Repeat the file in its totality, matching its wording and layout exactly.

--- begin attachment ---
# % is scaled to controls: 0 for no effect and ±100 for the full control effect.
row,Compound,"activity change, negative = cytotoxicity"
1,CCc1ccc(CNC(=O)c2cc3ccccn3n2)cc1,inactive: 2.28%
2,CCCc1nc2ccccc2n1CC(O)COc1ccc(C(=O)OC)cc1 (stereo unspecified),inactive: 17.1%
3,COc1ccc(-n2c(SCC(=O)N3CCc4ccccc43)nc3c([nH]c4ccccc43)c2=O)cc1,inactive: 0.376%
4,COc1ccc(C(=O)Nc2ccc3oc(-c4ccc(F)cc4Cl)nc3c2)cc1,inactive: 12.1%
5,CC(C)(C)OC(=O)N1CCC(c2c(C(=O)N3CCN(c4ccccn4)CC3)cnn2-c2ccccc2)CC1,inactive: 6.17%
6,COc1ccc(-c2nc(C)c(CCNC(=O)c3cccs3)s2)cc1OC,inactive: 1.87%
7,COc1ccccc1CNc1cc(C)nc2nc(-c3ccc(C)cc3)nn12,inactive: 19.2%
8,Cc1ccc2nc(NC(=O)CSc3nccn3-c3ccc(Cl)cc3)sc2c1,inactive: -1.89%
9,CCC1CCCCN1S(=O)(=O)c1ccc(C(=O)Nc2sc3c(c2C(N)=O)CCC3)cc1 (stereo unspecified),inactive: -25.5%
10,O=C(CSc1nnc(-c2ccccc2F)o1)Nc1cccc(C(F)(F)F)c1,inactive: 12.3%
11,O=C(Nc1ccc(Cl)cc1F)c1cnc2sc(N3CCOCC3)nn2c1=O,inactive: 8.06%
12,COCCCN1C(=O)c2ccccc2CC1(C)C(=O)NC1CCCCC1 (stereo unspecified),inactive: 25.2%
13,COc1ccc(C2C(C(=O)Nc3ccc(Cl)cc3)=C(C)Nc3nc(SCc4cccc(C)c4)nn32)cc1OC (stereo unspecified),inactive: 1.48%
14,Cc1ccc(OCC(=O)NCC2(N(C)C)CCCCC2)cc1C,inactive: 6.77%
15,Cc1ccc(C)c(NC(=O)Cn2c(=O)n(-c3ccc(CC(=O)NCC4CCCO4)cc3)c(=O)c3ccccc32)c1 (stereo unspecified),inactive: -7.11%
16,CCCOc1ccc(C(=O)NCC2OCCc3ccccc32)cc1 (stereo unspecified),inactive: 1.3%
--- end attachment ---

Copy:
# % is scaled to controls: 0 for no effect and ±100 for the full control effect.
row,Compound,"activity change, negative = cytotoxicity"
1,CCc1ccc(CNC(=O)c2cc3ccccn3n2)cc1,inactive: 2.28%
2,CCCc1nc2ccccc2n1CC(O)COc1ccc(C(=O)OC)cc1 (stereo unspecified),inactive: 17.1%
3,COc1ccc(-n2c(SCC(=O)N3CCc4ccccc43)nc3c([nH]c4ccccc43)c2=O)cc1,inactive: 0.376%
4,COc1ccc(C(=O)Nc2ccc3oc(-c4ccc(F)cc4Cl)nc3c2)cc1,inactive: 12.1%
5,CC(C)(C)OC(=O)N1CCC(c2c(C(=O)N3CCN(c4ccccn4)CC3)cnn2-c2ccccc2)CC1,inactive: 6.17%
6,COc1ccc(-c2nc(C)c(CCNC(=O)c3cccs3)s2)cc1OC,inactive: 1.87%
7,COc1ccccc1CNc1cc(C)nc2nc(-c3ccc(C)cc3)nn12,inactive: 19.2%
8,Cc1ccc2nc(NC(=O)CSc3nccn3-c3ccc(Cl)cc3)sc2c1,inactive: -1.89%
9,CCC1CCCCN1S(=O)(=O)c1ccc(C(=O)Nc2sc3c(c2C(N)=O)CCC3)cc1 (stereo unspecified),inactive: -25.5%
10,O=C(CSc1nnc(-c2ccccc2F)o1)Nc1cccc(C(F)(F)F)c1,inactive: 12.3%
11,O=C(Nc1ccc(Cl)cc1F)c1cnc2sc(N3CCOCC3)nn2c1=O,inactive: 8.06%
12,COCCCN1C(=O)c2ccccc2CC1(C)C(=O)NC1CCCCC1 (stereo unspecified),inactive: 25.2%
13,COc1ccc(C2C(C(=O)Nc3ccc(Cl)cc3)=C(C)Nc3nc(SCc4cccc(C)c4)nn32)cc1OC (stereo unspecified),inactive: 1.48%
14,Cc1ccc(OCC(=O)NCC2(N(C)C)CCCCC2)cc1C,inactive: 6.77%
15,Cc1ccc(C)c(NC(=O)Cn2c(=O)n(-c3ccc(CC(=O)NCC4CCCO4)cc3)c(=O)c3ccccc32)c1 (stereo unspecified),inactive: -7.11%
16,CCCOc1ccc(C(=O)NCC2OCCc3ccccc32)cc1 (stereo unspecified),inactive: 1.3%